You shouldn't be returning an int, but rather a uintptr_t. Make sure variables set to this function are uintptr_t too.

uintptr_t compare(void* A, void* B) { return (uintptr_t)A - (uintptr_t)B; }

If you can't do this for whatever reason, then you should be checking that the values are within range and throw an error if not. The chance is probably very small, but that doesn't mean it's an exceptional case.

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size_t isn't guaranteed to be able to hold a pointer. He should indeed return a size_t, but the cast should be to something else. – Paul Manta Oct 28 '11 at 18:02
@PaulManta uintptr_t should though, right? – Pubby Oct 28 '11 at 18:03
@Pubby8: a uintptr_t is defined to be able to hold a pointer. – Bill Lynch Oct 28 '11 at 18:04
Don't convert to intptr_t. Just compare the pointers themselves. – Keith Thompson Oct 28 '11 at 18:07
The point of three-way comparison functions is to return negative, zero or positive depending on the ordering of the arguments. If you return an unsigned type such as uintptr_t you're never going to return a negative value. So, you want intptr_t. – Richard Kettlewell Oct 29 '11 at 11:02

If you happen to compare addresses on the stack and heap I would say it's quite possible that the difference could be larger than that (since typically the heap grows up from the bottom and the stack grows down from the top).

Instead of returning int, return ptrdiff_t which as its name implies is an integral type big enough to hold pointer differences. You do still have to cast, although I chose char* instead of int because it lets you use static_cast:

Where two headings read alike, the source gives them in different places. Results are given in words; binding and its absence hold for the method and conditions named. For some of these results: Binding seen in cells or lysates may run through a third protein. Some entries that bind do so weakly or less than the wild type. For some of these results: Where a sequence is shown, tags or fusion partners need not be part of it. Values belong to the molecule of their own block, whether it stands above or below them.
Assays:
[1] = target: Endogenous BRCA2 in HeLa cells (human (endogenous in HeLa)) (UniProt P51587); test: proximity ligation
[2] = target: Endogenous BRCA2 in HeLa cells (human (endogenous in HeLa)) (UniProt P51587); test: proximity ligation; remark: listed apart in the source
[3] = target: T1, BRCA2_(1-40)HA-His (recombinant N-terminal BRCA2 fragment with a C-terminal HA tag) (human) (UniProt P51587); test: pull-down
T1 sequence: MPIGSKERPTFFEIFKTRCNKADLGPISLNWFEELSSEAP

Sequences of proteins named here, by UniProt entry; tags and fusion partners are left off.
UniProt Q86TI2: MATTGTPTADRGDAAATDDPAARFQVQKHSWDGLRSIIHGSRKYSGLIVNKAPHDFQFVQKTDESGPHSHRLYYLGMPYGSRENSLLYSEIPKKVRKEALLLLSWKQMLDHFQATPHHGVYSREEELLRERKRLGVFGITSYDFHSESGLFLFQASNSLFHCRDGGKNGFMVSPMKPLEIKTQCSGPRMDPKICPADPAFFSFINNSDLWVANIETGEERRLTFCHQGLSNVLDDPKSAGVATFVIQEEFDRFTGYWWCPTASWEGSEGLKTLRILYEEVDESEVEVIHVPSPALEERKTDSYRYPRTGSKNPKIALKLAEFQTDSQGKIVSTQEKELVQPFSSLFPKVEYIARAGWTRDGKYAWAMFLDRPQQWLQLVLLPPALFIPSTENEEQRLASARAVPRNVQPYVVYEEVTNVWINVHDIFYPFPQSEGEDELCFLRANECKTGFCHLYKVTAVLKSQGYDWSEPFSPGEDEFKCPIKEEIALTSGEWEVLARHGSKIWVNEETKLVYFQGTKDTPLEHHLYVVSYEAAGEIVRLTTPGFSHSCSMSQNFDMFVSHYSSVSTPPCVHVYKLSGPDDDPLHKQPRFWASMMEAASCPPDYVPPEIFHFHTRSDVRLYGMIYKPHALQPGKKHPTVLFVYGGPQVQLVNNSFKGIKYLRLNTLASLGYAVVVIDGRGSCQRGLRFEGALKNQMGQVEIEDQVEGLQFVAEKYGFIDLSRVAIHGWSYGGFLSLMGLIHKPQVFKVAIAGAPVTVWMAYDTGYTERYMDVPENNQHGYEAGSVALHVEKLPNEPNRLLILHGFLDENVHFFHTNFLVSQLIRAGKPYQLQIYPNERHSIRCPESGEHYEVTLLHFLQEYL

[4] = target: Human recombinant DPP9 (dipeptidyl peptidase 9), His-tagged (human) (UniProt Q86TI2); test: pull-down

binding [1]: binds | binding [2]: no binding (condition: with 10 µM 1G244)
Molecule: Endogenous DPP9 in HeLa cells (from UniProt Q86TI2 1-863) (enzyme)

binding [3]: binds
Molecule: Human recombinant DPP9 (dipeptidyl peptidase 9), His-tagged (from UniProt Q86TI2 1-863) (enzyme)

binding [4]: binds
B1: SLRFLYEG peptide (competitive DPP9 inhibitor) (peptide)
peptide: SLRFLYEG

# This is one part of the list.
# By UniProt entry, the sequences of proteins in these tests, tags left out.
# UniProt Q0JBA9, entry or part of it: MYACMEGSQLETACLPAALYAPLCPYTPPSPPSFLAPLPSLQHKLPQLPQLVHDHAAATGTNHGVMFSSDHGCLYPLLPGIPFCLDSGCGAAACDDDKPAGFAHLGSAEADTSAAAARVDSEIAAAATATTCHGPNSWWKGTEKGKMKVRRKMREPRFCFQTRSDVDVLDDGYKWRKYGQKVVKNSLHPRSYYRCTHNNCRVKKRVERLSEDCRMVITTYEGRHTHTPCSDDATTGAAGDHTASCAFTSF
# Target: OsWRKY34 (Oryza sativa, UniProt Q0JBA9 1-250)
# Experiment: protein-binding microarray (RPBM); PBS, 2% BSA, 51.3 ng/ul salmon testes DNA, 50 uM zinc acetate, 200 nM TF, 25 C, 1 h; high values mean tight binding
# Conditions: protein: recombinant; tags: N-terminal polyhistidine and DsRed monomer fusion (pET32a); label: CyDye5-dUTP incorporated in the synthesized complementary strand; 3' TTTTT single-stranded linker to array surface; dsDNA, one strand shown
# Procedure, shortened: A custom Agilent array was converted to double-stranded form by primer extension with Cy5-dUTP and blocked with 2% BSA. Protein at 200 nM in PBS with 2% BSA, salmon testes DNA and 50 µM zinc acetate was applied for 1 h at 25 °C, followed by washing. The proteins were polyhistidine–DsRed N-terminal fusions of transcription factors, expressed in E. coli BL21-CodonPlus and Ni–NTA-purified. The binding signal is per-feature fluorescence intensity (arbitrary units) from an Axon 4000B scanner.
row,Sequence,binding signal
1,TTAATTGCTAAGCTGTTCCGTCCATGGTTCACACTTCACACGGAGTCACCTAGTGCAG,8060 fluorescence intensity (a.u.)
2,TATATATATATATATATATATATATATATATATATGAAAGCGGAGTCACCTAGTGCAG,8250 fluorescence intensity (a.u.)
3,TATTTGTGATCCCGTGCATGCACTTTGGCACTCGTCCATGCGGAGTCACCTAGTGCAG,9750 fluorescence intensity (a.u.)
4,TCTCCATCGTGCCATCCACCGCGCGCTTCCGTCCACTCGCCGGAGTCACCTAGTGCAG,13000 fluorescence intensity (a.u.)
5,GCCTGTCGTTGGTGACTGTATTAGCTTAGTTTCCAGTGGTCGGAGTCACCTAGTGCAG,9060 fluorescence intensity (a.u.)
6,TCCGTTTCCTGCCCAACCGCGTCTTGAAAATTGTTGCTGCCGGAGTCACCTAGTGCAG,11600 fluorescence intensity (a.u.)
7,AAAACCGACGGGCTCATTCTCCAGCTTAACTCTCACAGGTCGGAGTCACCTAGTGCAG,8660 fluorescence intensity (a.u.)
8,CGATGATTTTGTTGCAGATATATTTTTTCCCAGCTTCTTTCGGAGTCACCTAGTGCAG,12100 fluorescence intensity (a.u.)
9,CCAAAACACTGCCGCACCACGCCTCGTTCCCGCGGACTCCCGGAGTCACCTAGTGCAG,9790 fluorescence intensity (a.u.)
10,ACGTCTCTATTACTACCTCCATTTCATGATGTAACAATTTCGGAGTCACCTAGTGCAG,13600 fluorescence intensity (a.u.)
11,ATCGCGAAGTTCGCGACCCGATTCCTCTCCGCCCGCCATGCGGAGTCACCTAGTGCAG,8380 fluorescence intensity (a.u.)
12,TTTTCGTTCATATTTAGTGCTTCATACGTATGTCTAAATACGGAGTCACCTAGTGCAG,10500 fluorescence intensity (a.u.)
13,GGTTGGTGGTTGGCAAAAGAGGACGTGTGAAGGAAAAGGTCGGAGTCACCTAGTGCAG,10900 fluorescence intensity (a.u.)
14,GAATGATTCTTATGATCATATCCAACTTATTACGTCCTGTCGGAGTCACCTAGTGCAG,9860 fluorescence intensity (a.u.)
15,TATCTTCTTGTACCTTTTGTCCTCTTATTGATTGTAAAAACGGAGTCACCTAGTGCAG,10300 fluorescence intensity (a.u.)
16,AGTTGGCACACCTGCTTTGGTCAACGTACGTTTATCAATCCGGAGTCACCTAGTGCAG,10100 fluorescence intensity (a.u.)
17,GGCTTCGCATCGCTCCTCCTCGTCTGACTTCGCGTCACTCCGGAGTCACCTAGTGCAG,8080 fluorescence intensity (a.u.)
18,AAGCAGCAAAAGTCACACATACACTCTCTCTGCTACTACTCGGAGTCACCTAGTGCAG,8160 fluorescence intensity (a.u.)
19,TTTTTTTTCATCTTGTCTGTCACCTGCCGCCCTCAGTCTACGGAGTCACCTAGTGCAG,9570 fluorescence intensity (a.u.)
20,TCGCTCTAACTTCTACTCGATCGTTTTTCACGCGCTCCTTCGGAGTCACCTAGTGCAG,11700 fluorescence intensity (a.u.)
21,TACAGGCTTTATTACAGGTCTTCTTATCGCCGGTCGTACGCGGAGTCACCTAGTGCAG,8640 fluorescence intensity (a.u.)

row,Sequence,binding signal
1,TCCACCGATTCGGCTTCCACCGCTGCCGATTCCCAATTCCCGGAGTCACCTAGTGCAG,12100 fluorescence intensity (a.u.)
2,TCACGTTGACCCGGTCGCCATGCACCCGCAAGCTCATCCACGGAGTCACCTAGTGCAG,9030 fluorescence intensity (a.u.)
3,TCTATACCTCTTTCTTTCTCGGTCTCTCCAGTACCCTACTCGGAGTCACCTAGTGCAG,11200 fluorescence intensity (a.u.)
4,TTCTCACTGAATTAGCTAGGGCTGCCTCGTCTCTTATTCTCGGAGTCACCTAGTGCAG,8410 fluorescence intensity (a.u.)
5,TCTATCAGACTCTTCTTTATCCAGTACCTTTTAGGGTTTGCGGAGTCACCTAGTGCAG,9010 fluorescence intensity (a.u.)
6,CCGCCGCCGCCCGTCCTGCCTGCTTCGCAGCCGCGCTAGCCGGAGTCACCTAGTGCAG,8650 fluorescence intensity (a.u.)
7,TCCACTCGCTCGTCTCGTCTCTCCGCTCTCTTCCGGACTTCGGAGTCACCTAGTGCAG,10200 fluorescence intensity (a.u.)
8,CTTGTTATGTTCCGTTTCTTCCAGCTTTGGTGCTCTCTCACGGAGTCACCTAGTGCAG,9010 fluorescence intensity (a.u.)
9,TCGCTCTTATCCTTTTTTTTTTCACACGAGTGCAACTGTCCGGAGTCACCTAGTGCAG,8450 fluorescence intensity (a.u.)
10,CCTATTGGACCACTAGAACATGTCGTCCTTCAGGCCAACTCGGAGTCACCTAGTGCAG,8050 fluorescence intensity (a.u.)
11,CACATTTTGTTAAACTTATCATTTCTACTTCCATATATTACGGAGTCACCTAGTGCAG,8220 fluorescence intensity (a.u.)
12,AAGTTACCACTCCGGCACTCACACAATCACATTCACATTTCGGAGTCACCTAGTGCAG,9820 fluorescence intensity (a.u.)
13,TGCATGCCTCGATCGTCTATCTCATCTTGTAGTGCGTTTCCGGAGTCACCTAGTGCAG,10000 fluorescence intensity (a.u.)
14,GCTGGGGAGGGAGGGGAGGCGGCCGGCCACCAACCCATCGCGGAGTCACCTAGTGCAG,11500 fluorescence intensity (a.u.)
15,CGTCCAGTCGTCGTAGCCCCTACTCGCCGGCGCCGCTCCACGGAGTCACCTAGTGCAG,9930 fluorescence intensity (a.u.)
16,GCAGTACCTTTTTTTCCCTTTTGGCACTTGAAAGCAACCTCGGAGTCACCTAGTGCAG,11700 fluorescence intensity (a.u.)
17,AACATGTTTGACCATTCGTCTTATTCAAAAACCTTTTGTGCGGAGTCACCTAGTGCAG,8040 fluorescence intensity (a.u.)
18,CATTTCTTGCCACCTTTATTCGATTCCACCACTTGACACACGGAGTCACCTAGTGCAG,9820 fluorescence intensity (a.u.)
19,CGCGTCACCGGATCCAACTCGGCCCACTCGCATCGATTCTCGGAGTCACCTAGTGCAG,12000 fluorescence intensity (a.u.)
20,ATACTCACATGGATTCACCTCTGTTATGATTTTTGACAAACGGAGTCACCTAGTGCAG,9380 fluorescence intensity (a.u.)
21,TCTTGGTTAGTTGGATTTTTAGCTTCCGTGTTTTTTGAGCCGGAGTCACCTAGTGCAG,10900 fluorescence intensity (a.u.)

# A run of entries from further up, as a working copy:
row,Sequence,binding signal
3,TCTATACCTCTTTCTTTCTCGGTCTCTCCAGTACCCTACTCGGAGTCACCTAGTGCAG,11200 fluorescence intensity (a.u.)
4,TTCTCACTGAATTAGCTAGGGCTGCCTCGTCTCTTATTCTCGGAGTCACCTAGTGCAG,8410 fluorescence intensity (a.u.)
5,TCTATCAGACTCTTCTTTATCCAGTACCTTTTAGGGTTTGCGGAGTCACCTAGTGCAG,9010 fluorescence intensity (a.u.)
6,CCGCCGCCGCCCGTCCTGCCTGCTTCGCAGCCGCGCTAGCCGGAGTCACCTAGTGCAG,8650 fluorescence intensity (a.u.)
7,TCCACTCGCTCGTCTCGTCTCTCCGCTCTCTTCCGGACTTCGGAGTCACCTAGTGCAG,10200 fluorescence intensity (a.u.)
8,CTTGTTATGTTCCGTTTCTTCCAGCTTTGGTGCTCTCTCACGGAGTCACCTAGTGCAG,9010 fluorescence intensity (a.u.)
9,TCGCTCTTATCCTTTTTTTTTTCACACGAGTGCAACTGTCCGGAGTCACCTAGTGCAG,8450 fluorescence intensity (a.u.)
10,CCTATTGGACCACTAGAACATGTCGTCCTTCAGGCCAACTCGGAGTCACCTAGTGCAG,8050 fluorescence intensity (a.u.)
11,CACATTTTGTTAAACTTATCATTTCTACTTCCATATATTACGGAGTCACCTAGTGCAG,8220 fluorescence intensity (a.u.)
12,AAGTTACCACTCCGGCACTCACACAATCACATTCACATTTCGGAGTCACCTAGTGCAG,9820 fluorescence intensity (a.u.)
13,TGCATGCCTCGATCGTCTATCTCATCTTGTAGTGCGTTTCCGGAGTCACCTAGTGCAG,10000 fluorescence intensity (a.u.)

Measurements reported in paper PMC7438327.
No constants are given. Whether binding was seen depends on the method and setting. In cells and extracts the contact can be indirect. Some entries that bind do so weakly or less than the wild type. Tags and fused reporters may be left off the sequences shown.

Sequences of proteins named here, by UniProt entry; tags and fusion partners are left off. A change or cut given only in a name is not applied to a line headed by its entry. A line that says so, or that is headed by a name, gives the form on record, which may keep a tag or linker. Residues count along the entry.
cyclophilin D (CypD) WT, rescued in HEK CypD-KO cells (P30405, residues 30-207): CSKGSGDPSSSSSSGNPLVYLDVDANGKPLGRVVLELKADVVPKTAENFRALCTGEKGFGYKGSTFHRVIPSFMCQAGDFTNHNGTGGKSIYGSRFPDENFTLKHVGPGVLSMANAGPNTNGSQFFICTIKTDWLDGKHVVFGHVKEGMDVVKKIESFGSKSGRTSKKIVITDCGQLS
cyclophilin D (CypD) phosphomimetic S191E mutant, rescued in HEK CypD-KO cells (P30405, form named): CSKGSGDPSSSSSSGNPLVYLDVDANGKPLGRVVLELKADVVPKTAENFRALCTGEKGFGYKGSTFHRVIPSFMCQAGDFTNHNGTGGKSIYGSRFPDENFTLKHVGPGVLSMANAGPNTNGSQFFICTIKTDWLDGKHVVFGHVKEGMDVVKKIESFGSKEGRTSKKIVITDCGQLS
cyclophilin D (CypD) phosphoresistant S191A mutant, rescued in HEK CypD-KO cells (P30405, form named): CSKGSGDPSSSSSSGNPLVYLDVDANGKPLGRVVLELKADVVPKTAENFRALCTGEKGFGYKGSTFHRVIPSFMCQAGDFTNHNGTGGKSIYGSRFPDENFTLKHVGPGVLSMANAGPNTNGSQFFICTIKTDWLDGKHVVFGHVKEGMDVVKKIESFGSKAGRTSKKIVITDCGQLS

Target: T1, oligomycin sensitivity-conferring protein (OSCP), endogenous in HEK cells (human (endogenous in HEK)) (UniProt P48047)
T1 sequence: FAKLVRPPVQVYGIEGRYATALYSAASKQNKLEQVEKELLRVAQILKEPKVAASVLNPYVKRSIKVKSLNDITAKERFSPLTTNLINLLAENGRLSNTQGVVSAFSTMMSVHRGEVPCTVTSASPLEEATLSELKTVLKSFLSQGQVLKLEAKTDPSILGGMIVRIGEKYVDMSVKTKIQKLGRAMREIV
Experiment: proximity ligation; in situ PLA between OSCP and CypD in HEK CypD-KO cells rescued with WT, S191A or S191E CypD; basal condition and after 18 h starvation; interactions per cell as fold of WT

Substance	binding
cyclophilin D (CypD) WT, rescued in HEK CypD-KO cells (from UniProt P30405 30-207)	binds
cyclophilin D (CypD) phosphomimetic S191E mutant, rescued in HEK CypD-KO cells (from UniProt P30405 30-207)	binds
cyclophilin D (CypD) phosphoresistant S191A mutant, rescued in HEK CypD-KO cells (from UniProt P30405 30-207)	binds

ptrdiff_t compare(void* A, void* B) { return static_cast<char*>(A) - static_cast<char*>(B); }

Finally if you're using this with C's qsort, just take the simple way: Use std::sort which can use a single < and doesn't need to do any subtraction at all!

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You can't subtract pointers to an incomplete type. – Ben Voigt Oct 28 '11 at 18:18
ptrdiff_t compare(void* A, void* B) { return (char*)A - (char*)B; } – Keith Thompson Oct 28 '11 at 18:19
@Ben Voigt Updated to use difference of char*. – Mark B Oct 28 '11 at 18:22
"A subtraction of two pointers is only granted to have a valid defined value for pointers to elements of the same array (or for the element just past the last in the array)." While this is true for all pointer comparisons this will fail in more situations in practice than a direct pointer comparison. – CodesInChaos Oct 29 '11 at 19:16
int compare (void*p, void*q) { return (p==q)?0:((char*)p < (char*)q)?-1:1; }
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Was just about to propose exactly that, then realized there's a much simpler way to write it. – Ben Voigt Oct 28 '11 at 18:02

First of all: Pointer comparisons are only defined if the pointers point into the same array. But I assume you don't care as long as it works in practice.

On x86 and AMD64 comparisons between pointers with < and > will most likely work in practice. But difference based methods can fail due to int-overflows.

There is an existing function named "Compare," which is

int compare(void* A, void* B) { return (int)A - (int)B; }

This is already broken on 32 bit systems where pointers the high bit set exist. This will not only lead to a strange ordering, but violates the transitivity property an order needs. On windows this can happen with applications that use /LARGEADDRESSAWARE (which allows 3GB of user mode address space). I don't know enough about Linux to know if it can happen there.

So you should use Ben Voigt's code even on 32 bit systems.